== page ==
From high school to college to continuing education opportunities, we must continue to grow and develop our talents.
by Caitlin Rodgers
In order that I may inspire some other youth, I've decided to share how my education has prepared me for my career choice as a dairy farmer. Maybe I'll be able to help some youth wanting to come back to the family dairy farm make some smart decisions, too. To get the story rolling, I'll start out with a small recap.
I graduated from a very small high school, Briarwood Academy. From there, I attended Abraham Baldwin Agriculture College (ABAC), my father's alma mater. ABAC had just begun a four-year diversified agriculture bachelor's degree that I thought suited my needs and my career path. Once I graduated from college, I came home to work on the farm. Two years later, I was presented with an amazing opportunity to attend the Young Dairy Leader Institute (YDLI). That's the quick version.
I was very blessed to attend Braidwood Academy as a high school student. The school was very small and the teachers routinely had one-on-one time with their students. On numerous occasions, I was pushed extremely hard by a few teachers who really prepared me for the next level - my history teacher, Mrs. Kathy Chalker, was one who stands out the most.
Mrs. Chalker was always challenging us, pushing us to learn as much as possible, teaching us how to properly take notes the way that we would have to in college (writing shorthand to try and keep up with the professors), and not giving us much slack. My advice gleaned from Mrs. Chalker: Challenge yourself, if you have a chance to choose classes in high school, don't slide by with easy ones!
When deciding on a college degree, I contemplated two options: business or diversified agriculture.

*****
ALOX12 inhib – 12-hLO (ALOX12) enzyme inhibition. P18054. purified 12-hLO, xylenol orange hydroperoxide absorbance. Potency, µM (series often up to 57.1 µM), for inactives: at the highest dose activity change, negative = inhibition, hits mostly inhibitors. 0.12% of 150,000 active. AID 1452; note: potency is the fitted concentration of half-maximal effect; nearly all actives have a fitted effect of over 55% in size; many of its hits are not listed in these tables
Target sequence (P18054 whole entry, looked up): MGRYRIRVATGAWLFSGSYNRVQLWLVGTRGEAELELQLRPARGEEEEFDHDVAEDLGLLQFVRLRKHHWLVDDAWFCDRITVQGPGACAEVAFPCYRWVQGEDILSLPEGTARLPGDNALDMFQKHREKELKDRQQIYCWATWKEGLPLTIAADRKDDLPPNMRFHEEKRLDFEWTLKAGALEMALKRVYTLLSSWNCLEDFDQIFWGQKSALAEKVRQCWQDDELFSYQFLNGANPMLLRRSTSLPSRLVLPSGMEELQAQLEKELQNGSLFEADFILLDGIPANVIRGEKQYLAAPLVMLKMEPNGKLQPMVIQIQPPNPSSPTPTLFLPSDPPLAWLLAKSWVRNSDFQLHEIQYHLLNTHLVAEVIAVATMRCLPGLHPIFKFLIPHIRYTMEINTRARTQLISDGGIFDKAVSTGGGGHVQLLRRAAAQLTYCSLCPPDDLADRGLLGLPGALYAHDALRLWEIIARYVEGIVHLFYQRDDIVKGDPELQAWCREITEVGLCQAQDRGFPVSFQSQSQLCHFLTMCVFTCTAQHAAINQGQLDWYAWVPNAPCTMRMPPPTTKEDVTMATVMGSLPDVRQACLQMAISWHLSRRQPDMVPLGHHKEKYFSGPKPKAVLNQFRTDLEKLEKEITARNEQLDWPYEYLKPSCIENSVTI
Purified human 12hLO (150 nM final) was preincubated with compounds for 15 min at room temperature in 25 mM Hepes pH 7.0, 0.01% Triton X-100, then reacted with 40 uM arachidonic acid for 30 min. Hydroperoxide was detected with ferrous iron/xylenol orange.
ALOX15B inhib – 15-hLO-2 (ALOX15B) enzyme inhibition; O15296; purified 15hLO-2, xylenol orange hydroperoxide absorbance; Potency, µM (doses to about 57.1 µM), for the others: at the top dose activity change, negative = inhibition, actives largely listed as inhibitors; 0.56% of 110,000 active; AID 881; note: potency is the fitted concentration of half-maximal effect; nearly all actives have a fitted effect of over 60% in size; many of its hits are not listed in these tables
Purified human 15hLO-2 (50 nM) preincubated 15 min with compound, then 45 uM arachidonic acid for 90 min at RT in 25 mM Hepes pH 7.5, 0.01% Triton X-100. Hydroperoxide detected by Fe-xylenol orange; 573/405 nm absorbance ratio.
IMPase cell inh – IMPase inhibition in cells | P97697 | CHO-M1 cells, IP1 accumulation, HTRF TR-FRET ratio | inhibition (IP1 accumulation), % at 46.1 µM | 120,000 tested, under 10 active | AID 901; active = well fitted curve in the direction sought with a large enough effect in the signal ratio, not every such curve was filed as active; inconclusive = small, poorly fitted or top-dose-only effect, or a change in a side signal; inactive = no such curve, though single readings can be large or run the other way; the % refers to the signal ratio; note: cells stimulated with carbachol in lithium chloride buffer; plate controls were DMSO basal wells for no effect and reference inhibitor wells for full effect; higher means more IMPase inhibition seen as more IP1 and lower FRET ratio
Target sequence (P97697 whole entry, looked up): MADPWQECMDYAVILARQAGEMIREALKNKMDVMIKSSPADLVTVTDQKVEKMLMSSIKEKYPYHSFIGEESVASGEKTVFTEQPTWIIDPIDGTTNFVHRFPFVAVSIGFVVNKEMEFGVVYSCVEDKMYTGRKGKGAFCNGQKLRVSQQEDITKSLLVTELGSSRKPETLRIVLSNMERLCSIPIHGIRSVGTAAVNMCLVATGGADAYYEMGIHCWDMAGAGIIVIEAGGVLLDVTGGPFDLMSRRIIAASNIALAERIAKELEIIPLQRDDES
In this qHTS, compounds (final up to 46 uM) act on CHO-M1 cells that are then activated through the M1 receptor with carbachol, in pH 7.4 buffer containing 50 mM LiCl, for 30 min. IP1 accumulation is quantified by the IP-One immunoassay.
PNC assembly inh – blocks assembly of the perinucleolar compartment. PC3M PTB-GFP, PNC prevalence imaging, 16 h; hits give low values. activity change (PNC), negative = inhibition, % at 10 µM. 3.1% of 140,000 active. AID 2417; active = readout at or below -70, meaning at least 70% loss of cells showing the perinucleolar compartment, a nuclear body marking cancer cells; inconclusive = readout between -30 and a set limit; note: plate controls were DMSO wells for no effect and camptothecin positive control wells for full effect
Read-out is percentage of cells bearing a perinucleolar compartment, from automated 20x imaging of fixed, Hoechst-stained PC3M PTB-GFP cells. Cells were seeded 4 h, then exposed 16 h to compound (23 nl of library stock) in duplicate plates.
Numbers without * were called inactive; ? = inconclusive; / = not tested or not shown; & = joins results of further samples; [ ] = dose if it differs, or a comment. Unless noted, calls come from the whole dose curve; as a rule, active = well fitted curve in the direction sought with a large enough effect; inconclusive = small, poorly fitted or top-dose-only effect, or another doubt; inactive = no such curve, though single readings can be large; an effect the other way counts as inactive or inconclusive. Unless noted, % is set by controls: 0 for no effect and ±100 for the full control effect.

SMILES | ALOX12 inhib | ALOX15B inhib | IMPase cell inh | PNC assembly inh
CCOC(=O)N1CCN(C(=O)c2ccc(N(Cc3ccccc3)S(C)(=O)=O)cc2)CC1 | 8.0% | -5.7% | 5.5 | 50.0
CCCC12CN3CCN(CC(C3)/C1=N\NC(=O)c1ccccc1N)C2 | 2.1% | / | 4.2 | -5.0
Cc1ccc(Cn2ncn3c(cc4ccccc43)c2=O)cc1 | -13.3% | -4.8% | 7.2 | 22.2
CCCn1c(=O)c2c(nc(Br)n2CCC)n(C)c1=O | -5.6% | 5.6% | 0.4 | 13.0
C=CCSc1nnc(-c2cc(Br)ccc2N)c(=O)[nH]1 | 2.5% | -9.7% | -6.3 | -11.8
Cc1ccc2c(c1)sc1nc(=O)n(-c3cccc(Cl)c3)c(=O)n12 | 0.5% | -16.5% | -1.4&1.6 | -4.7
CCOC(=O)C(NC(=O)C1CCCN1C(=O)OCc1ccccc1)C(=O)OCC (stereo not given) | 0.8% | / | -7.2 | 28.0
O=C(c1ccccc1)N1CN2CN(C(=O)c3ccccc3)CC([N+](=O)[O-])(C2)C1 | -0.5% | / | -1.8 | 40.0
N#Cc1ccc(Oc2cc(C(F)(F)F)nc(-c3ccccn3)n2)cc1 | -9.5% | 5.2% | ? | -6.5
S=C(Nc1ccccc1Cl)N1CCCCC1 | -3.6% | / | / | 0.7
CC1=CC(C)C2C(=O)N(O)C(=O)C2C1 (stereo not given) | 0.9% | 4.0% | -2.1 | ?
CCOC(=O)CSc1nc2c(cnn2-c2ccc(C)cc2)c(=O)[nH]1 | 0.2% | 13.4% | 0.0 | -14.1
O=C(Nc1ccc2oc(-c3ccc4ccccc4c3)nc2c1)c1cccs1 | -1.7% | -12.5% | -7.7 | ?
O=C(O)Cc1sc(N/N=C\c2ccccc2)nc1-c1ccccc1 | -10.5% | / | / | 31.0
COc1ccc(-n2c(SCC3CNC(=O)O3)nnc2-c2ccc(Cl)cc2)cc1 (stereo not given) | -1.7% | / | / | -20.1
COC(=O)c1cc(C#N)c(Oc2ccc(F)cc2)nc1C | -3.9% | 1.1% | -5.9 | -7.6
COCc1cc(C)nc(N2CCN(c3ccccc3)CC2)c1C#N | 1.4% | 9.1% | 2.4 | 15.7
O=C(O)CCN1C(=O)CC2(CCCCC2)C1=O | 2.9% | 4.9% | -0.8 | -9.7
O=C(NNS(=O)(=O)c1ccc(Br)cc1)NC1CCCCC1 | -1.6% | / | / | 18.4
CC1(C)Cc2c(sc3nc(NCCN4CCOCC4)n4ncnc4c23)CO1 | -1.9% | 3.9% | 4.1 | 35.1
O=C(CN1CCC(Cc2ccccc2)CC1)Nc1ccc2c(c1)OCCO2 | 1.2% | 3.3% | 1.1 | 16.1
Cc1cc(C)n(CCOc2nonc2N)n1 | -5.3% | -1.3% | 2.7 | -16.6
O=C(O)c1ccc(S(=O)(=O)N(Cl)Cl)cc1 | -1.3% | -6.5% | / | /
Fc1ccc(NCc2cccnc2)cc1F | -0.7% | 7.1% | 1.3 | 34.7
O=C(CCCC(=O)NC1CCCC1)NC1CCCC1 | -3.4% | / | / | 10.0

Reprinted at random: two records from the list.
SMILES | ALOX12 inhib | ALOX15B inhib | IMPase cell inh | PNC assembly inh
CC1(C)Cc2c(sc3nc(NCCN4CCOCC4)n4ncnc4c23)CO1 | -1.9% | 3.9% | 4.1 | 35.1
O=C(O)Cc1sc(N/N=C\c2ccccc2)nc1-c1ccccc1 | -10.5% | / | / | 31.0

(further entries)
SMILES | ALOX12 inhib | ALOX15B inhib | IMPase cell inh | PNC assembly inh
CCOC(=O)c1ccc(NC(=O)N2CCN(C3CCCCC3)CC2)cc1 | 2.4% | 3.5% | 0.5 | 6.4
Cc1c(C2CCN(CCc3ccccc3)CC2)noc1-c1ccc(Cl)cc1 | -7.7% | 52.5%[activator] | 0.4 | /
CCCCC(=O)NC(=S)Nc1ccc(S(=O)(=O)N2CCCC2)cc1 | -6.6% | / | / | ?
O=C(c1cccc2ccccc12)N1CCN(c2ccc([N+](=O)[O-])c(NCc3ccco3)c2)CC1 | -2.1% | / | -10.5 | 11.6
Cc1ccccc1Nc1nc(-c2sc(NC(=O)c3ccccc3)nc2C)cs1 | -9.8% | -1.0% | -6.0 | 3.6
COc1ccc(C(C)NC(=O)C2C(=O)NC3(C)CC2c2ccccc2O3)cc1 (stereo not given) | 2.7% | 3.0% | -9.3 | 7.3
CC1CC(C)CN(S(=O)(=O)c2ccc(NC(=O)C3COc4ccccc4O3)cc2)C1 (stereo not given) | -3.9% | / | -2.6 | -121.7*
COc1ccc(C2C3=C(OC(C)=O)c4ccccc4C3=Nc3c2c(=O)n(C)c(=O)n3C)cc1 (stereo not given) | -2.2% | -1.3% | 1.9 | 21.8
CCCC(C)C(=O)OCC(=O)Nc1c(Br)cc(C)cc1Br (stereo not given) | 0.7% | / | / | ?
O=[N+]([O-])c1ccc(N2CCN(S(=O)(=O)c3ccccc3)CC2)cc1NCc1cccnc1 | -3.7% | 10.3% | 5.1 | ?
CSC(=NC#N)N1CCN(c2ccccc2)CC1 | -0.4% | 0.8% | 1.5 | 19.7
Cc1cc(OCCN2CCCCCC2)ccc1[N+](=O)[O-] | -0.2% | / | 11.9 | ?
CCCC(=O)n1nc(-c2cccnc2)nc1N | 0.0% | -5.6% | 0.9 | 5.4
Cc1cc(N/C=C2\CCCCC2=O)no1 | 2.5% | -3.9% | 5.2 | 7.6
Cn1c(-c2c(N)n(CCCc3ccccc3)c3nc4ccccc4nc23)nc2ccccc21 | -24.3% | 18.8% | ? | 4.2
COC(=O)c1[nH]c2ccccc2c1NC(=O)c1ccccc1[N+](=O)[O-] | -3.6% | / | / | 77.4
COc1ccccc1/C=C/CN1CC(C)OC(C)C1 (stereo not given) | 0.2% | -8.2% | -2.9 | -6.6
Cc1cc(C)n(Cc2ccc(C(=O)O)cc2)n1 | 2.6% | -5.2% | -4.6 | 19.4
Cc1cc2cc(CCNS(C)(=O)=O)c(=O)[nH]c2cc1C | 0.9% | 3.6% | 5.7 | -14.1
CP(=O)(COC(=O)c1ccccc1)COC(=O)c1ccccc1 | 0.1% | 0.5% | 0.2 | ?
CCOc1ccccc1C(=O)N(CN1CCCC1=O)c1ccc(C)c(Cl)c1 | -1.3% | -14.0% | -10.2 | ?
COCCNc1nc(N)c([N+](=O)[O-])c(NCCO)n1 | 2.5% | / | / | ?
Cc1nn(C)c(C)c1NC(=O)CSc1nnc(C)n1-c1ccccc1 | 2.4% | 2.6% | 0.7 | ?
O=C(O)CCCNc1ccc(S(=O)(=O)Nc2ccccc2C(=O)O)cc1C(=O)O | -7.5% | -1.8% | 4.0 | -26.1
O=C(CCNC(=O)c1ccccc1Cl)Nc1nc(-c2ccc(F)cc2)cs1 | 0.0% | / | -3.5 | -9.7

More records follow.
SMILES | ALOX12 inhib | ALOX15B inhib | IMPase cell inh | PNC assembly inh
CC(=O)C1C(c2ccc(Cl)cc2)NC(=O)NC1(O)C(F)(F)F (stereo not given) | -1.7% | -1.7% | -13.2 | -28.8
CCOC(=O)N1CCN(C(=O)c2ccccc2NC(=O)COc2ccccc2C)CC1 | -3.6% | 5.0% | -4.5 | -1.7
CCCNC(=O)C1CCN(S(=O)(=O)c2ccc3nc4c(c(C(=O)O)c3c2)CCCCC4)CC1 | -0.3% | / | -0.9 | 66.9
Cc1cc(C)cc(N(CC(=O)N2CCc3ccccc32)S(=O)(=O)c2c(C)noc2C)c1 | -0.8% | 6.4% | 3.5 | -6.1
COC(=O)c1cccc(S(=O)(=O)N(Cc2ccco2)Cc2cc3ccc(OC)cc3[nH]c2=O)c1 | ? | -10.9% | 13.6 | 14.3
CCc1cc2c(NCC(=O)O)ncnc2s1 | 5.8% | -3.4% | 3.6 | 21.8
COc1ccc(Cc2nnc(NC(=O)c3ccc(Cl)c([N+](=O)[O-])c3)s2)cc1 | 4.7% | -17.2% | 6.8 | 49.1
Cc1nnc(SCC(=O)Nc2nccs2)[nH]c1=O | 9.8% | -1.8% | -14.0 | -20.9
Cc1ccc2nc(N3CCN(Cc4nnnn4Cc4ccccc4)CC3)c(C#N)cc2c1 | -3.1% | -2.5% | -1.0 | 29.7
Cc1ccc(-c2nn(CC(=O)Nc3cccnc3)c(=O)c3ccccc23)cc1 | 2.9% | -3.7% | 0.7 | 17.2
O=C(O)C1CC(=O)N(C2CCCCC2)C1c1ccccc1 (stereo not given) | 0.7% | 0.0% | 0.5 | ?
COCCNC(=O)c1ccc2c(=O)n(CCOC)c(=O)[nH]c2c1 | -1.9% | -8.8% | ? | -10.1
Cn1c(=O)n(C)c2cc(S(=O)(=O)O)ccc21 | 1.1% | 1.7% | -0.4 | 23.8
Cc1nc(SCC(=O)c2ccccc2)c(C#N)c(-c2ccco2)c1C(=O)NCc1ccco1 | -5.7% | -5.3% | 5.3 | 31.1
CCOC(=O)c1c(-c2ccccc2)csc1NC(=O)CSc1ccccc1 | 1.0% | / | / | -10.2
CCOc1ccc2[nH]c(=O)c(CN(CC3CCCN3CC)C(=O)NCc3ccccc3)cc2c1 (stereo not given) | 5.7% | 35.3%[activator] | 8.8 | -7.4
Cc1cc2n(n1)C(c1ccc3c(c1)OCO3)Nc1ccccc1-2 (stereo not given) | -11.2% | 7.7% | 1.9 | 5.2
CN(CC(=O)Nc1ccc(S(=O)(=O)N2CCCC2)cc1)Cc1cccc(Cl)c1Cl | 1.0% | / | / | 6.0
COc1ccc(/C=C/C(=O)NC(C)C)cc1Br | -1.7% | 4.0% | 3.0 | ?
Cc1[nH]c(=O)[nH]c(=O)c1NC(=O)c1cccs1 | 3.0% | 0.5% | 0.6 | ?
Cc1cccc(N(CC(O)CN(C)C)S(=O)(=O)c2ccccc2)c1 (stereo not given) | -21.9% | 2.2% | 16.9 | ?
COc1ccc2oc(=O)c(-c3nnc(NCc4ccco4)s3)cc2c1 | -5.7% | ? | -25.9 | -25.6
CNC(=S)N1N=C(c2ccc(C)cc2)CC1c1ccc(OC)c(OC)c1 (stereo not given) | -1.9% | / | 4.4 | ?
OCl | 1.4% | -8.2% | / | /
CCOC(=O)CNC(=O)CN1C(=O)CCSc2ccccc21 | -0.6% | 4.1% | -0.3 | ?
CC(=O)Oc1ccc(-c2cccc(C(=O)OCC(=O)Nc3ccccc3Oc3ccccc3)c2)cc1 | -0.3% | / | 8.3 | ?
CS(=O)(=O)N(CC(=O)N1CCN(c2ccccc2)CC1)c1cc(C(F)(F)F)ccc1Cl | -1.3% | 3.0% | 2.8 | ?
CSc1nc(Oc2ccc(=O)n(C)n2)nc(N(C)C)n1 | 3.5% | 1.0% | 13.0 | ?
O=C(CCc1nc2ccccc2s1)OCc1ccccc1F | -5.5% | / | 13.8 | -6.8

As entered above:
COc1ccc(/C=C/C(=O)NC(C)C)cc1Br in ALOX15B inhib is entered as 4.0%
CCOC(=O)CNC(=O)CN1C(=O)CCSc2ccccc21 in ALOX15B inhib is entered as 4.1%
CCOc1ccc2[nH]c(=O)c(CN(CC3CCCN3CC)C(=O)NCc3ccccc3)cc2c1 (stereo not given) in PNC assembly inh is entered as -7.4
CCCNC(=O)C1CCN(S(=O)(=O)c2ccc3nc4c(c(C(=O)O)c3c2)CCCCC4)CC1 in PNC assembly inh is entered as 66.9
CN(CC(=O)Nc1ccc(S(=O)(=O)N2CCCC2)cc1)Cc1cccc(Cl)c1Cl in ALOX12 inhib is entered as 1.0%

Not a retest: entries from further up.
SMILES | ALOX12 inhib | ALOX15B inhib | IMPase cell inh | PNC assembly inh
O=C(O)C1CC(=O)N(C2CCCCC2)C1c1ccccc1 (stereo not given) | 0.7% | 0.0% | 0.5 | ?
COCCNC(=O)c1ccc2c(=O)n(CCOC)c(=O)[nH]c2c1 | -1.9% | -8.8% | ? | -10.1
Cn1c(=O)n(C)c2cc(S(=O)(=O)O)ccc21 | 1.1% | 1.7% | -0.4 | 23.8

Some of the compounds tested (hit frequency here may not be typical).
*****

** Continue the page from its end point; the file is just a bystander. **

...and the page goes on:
I decided to go with diversified agriculture because of all the different doors the degree opened to me. It covers ag business, crop production, crop and soil science, and livestock production. While choosing classes, I always tended to lean more towards the animal science classes, as animal health and reproduction are my passion.
One of my most influential professor's, Mary Ellen Hicks, D.V.M., allowed us to be very hands-on when it came to learning. We would go out to the ABAC farm and palpate, vaccinate, castrate, feed, build fence, and even cut hay. This was a huge step in preparing me for my career.
My advice to others: Try classes that put you in real-life career situations. This will not only prepare you for your career, but it will also make sure you are heading in the right direction of that career.
My first job
After graduation, I was placed directly under my father's watchful eye, learning exactly how the farm ran internally as well as externally. Over the next two years, I began managing cows and employees, learning a great deal both through blessings and hurdles at the family farm.
And then I was given the opportunity to attend the Young Dairy Leader Institute. This was by far the most challenging thing I have ever done. The institute taught me how to grow and become a better farmer, speaker, leader, and an integral part of the community. While at YDLI, I also made many great contacts. I would suggest YDLI to anyone in the dairy industry!
Although I have learned and am still in the process of learning while at home, my education provided me with a great foundation. I wouldn't change any of my steps to where I'm at today. Always strive to be the best, learn as much as possible, and challenge yourself!
Mark and Caitlin Rodgers are dairy farmers in Dearing, Georgia. Their "Daddy and Daughter Dairy Together" column will appear every other Thursday on HD Notebook. The Rodgers have a 400-cow dairy that averages 32,000 pounds of milk. Follow their family farm on Facebook at Hillcrest Farms Inc.
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